I think...

I think that an addiction to video games can be a problem. I know my friends up here are definately addicted to World of Warcraft (a Massively Multiplayer Online Roleplaying Game (MMORPG)) and they play it like its their life. They have skipped meals before because they are in the middle of a quest. They would rather sit at their computers and live a life on a computer than live the life that they have. I am not saying everyone is like this. I enjoy video games as much as the next guy (or girl) and I know there is a limit to when it becomes an obsession. They can’t control themselves when it comes to this game. They will play day and night and most times they play the game instead of doing work. An addiction to video games is harmful on many levels. As humans we need a certain level of emotional and social interaction. Video games, even though you are communicating with other people, do not give you that social interaction. There are many other arguments because certain video games lead to certain behavior but that is another discussion for another time.

Jason says:


I am a drug addict and I love video games, here is the thing- when my drug addiction begins to harm my life or even merely become inconvenient or just boring I don’t stop using having been locked into the physical compulsion. When video games become boring, inconvenient or destructive to my social life or otherwise I find myself not wanting to play video games. Even if I see a tantalizing commercial or a review on G4 i’m still not overwhelmed with a craving to play . If i were addicted to video games in the classical sense, no matter how much I wanted to stop playing them, I would not. I’m sorry fellas, a compellingly immersive FPS or RPG cannot be compared in it’s effects to a shot of heroin or cocaine, it’s just no contest. Nonetheless, a person reacts to his addictions based on his character…plenty of junkies hold down the nine to five for decades without trouble; the problem is not our addictions but our weak social fabric and moral fiber. Besides, addiction is a function of our amazing ability to adapt, and maybe it’s how we harness it that is the problem and not that it simply exists as a condition.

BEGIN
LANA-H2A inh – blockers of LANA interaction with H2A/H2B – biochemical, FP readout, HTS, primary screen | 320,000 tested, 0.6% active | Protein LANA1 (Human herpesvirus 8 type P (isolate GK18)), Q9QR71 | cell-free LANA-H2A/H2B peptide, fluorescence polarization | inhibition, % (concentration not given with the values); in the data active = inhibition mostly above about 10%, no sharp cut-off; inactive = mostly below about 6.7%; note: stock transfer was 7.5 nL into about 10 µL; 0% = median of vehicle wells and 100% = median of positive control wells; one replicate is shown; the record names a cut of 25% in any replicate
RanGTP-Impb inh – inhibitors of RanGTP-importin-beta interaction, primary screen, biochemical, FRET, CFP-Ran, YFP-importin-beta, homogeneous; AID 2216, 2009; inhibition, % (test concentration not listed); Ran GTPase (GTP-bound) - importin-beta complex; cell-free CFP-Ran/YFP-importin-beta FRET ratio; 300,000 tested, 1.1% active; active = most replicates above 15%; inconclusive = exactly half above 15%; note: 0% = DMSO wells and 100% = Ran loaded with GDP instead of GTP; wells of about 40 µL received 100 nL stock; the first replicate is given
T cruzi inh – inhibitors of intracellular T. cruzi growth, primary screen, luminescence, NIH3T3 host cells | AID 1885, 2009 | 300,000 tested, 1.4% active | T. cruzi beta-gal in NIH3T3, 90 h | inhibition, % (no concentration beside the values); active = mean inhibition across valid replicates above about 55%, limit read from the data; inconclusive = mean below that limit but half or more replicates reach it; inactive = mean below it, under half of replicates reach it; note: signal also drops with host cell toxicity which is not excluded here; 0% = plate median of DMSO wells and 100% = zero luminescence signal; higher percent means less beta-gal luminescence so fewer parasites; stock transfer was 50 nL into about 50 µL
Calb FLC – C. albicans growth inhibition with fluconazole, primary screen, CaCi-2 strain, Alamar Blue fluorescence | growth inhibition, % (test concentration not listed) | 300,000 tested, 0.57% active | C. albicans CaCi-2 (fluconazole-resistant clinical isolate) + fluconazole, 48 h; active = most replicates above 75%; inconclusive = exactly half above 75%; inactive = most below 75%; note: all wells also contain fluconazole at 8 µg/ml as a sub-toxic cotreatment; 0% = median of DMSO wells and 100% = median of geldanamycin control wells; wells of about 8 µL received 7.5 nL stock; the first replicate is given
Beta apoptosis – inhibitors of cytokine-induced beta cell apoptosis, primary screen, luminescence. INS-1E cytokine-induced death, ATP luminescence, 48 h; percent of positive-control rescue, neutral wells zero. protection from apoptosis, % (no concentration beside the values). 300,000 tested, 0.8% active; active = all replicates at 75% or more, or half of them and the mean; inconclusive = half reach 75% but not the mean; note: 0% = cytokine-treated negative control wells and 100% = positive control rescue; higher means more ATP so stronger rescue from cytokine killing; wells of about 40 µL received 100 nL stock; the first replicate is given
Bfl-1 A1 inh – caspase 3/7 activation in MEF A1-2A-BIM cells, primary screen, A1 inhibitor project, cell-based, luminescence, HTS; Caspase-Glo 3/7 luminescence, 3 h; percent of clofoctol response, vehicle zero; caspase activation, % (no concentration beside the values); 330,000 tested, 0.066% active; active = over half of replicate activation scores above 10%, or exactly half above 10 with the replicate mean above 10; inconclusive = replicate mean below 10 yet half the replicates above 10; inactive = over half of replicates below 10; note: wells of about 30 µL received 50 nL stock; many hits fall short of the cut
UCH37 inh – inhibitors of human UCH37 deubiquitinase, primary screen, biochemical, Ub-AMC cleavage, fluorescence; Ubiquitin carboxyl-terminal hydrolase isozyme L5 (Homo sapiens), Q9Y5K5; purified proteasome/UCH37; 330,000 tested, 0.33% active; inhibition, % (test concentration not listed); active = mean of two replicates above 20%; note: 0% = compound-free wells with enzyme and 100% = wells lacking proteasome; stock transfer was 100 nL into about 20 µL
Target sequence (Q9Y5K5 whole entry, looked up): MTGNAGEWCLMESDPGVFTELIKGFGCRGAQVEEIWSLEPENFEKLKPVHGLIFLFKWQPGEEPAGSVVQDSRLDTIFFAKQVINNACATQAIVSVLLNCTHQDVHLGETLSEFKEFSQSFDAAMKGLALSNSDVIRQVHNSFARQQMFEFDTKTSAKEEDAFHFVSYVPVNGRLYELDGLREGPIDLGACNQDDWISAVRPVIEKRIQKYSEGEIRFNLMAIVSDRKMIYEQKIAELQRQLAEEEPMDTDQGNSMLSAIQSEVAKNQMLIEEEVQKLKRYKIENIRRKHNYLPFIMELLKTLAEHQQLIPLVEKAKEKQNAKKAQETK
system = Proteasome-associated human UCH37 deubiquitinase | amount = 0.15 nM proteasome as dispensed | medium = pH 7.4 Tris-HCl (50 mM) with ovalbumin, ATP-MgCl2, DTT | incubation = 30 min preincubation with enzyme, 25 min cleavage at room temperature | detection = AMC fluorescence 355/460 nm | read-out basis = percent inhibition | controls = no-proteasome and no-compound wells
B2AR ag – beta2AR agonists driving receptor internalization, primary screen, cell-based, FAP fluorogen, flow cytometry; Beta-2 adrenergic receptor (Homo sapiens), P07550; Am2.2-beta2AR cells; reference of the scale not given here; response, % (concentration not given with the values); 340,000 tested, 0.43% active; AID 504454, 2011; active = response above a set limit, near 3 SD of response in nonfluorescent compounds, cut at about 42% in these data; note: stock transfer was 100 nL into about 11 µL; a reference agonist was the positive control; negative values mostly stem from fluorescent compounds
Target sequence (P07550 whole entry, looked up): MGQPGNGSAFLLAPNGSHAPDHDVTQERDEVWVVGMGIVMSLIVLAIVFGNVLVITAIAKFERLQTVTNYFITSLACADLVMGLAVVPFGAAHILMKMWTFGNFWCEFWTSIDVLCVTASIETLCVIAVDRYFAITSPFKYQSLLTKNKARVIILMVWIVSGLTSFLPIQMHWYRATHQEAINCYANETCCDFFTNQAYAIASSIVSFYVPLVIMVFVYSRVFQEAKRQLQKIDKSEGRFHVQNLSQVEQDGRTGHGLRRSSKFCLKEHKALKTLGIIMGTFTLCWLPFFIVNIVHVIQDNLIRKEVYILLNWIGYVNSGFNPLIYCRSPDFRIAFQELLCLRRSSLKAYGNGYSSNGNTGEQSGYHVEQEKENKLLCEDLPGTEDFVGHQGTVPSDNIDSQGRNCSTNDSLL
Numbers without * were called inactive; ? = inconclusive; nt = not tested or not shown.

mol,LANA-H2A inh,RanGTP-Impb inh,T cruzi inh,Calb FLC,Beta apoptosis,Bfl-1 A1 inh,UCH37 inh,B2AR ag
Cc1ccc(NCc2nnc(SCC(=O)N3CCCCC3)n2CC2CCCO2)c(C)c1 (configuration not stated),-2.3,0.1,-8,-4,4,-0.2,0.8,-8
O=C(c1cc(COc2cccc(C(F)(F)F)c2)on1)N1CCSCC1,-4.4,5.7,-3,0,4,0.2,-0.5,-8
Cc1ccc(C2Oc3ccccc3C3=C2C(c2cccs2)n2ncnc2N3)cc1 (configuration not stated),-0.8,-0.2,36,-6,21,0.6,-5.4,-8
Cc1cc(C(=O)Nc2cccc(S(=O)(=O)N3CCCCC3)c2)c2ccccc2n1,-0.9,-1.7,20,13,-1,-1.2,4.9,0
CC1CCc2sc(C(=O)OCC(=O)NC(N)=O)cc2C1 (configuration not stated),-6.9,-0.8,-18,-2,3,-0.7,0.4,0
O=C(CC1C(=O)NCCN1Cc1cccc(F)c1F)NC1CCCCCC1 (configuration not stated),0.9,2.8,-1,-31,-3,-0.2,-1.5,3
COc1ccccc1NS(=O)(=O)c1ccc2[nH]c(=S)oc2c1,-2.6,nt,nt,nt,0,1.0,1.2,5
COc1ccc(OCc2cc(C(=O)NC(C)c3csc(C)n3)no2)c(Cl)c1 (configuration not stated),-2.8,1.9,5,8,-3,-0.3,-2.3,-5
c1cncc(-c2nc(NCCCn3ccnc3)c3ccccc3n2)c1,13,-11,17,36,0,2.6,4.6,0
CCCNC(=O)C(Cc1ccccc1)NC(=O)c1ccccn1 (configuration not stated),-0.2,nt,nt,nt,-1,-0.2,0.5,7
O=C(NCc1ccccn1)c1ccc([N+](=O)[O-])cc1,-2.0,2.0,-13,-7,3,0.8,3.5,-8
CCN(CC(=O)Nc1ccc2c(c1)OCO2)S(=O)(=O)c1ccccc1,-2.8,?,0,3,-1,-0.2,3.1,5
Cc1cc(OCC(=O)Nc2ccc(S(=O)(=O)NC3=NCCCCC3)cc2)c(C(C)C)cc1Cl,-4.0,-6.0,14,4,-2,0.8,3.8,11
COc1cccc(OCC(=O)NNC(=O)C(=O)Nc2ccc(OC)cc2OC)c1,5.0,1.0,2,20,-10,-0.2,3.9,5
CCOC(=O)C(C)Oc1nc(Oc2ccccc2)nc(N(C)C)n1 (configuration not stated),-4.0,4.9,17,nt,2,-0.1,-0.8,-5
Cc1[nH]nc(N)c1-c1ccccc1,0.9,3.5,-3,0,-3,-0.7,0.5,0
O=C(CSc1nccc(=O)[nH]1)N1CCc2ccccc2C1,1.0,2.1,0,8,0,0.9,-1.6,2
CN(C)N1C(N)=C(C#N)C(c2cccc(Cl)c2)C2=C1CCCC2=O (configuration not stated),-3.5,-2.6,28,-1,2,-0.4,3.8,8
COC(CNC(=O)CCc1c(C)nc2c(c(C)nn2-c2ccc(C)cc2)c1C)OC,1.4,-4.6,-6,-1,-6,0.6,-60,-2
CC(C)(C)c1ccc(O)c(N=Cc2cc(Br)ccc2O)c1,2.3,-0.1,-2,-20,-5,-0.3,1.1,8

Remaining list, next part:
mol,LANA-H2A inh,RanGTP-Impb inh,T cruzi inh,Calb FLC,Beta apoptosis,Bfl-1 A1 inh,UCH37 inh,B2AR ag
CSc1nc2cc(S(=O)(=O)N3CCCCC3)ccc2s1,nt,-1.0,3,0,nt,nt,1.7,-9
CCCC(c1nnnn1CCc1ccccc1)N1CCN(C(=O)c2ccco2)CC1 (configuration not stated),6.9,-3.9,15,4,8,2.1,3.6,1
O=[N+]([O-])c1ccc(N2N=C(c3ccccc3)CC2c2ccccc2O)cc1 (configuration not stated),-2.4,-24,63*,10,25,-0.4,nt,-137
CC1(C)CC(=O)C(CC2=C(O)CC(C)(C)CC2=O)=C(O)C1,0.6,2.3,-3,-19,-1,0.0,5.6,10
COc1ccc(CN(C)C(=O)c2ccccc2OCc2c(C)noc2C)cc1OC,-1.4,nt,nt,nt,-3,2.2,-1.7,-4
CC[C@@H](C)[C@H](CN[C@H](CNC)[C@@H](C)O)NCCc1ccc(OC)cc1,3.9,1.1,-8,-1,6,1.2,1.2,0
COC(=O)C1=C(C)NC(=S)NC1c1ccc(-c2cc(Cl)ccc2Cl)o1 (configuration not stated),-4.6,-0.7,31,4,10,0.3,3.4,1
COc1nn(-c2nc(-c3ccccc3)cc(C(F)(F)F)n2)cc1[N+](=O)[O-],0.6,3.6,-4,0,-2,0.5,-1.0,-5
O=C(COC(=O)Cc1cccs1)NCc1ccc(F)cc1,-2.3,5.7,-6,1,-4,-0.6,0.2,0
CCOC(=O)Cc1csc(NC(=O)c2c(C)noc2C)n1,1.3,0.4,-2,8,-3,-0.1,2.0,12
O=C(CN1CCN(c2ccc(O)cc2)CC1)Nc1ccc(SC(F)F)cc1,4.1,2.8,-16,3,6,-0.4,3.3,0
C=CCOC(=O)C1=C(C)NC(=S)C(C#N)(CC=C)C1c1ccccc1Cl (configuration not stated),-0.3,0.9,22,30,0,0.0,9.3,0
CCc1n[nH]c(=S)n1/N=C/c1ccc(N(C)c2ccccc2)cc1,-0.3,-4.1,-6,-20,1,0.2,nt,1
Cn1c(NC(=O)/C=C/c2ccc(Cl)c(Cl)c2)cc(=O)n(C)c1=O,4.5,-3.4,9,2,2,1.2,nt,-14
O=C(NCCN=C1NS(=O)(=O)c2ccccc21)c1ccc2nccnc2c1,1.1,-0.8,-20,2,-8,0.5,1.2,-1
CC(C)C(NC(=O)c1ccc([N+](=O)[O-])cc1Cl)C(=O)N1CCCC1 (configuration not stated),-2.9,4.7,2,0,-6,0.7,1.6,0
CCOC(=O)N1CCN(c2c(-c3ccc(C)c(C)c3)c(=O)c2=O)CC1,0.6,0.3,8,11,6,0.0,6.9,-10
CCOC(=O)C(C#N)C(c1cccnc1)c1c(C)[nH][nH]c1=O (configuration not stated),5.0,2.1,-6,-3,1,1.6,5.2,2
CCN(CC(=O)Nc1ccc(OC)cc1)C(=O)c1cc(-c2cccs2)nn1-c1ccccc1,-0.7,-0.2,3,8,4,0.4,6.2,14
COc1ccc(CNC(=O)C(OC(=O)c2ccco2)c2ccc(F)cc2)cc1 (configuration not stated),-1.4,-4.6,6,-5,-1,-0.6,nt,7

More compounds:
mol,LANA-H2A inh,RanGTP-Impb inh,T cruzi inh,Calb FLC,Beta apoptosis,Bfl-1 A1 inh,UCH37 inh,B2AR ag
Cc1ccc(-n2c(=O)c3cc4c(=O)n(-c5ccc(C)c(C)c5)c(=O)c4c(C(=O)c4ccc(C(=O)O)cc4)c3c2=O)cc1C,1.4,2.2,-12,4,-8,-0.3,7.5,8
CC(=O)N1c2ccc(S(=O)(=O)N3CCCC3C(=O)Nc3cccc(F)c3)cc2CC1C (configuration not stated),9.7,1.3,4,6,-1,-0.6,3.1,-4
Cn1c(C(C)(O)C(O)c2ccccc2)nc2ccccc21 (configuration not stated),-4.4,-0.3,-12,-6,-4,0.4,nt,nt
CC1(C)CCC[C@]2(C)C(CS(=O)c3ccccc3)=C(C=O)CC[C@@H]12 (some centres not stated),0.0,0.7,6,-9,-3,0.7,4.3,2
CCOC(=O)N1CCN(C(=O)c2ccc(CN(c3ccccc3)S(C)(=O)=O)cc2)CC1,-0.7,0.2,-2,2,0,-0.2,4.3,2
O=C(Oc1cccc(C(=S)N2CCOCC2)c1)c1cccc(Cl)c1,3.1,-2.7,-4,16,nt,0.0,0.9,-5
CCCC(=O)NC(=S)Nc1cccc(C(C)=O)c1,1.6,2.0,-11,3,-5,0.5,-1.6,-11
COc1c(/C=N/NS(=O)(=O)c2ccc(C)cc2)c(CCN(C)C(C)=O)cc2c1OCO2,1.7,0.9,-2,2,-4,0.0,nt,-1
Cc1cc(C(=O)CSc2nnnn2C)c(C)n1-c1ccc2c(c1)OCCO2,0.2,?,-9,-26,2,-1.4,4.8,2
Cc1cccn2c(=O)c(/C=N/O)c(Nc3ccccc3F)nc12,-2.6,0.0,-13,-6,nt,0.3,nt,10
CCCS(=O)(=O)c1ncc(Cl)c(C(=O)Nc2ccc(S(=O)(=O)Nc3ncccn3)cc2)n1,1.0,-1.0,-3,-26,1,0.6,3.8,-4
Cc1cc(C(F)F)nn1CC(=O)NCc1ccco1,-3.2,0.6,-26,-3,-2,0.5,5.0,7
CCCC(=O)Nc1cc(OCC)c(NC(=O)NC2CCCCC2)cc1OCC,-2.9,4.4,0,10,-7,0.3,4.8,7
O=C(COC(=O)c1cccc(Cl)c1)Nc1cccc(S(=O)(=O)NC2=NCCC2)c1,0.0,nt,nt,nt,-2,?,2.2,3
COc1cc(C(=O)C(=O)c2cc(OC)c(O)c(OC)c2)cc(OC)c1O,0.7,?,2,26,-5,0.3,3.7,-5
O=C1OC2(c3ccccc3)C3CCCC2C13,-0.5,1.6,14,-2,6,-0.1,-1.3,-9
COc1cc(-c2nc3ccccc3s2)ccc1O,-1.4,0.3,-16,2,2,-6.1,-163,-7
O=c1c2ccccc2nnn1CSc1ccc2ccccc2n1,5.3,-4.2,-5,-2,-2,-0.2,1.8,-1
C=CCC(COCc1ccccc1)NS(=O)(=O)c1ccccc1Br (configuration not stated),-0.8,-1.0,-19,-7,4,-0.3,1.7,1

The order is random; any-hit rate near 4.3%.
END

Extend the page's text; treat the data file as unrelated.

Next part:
Kevin (user link) says:

Who's missing the question?

You may be right about what’s ultimately important, but to say that these particular people are just “throwing out the addict word” seems a little silly. These were neuroscientists looking for physiological reactions characteristic of addiction. Whether video games meet criteria for addiction was not a “separate question” — it was their exact research question!

Boo says:


When you abuse something to escape from reality with the result that your life suffers, and ceasing to abuse that thing brings about withdrawl problems, physical or psychological – then you are addicted in the traditional sense.

The withdrawl part of the equation hits harder and faster with drugs or alcahol or cigs with alter your bodies chemistry.

but psycological withdrawl can be as serious and can happen with anything which limits a person’s contact with some part of their life they dont want to deal with. eg. work, gambling, tv, internet… and gaming. they all help a person escape life, or a part of it (low self-esteem, relationship problems, family problems…)